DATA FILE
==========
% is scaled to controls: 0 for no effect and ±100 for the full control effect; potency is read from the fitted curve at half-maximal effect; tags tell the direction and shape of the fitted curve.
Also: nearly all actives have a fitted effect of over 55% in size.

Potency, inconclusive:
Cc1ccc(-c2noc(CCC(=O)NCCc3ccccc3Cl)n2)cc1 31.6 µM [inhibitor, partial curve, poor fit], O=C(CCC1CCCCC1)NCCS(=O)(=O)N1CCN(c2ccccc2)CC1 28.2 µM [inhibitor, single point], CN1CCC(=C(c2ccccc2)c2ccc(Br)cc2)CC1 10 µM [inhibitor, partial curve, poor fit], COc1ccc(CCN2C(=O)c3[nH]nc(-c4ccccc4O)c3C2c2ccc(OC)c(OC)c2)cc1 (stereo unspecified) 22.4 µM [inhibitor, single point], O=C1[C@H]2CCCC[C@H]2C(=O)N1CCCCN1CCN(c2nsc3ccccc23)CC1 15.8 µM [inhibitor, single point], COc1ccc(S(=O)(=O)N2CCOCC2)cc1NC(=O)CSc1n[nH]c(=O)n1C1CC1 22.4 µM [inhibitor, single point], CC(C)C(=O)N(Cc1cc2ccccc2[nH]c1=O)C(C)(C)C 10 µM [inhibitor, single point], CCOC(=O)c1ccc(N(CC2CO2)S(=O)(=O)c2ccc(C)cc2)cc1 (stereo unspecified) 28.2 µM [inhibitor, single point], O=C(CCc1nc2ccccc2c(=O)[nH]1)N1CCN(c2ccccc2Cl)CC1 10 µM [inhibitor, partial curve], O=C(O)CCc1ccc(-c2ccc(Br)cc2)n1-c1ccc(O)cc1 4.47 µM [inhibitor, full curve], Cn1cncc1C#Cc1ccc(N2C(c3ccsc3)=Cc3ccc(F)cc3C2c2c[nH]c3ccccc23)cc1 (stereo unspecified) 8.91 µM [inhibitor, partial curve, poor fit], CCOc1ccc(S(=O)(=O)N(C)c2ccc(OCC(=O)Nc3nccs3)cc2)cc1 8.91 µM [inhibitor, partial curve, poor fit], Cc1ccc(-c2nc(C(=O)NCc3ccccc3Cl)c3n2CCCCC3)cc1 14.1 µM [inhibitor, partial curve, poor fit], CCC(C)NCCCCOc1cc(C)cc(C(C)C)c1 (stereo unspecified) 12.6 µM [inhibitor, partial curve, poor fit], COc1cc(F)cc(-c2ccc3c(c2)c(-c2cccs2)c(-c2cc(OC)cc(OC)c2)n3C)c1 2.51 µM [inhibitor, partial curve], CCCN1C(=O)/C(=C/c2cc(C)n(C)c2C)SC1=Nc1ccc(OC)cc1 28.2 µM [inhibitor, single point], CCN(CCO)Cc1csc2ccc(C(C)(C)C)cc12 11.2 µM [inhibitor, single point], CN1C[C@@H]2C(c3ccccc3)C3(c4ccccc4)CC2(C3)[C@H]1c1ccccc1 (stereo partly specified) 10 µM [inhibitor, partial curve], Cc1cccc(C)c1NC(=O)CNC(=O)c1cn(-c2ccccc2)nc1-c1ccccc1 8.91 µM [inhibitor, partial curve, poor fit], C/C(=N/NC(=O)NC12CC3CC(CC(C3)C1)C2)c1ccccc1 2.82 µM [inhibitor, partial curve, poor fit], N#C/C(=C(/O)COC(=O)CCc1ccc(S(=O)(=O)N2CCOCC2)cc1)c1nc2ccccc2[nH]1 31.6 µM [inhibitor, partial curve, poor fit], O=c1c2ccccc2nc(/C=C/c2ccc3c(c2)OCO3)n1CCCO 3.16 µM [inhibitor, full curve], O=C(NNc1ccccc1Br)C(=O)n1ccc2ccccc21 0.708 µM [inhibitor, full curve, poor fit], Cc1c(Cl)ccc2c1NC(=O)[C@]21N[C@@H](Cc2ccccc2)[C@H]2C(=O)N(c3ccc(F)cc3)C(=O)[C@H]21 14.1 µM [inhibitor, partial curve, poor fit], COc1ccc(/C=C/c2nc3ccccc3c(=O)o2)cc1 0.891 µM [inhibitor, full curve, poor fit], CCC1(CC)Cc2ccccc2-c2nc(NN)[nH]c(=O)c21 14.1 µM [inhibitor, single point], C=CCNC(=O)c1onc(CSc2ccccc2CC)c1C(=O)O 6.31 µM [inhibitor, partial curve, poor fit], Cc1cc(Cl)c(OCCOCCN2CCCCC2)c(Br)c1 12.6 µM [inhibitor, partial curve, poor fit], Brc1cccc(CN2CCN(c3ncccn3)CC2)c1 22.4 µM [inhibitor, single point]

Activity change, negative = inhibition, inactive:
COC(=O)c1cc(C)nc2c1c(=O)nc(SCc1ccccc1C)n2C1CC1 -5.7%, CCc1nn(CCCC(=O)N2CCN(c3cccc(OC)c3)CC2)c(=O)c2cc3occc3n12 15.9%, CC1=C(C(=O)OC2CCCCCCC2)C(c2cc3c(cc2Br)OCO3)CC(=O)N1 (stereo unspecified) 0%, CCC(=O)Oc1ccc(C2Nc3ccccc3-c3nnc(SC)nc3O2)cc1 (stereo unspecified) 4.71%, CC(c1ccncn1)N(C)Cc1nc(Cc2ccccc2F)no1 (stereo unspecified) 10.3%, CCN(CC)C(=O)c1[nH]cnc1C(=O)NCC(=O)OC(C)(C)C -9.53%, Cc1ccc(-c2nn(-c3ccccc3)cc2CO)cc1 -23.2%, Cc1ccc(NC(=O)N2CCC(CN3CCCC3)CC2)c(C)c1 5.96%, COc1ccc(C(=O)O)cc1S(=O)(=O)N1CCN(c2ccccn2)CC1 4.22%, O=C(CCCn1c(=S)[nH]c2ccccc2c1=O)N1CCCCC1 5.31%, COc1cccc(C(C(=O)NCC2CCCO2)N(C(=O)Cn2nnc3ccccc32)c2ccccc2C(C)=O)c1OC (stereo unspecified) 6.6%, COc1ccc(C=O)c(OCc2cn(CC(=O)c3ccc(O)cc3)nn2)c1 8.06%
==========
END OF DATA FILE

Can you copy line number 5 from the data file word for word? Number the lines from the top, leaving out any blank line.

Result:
Activity change, negative = inhibition, inactive: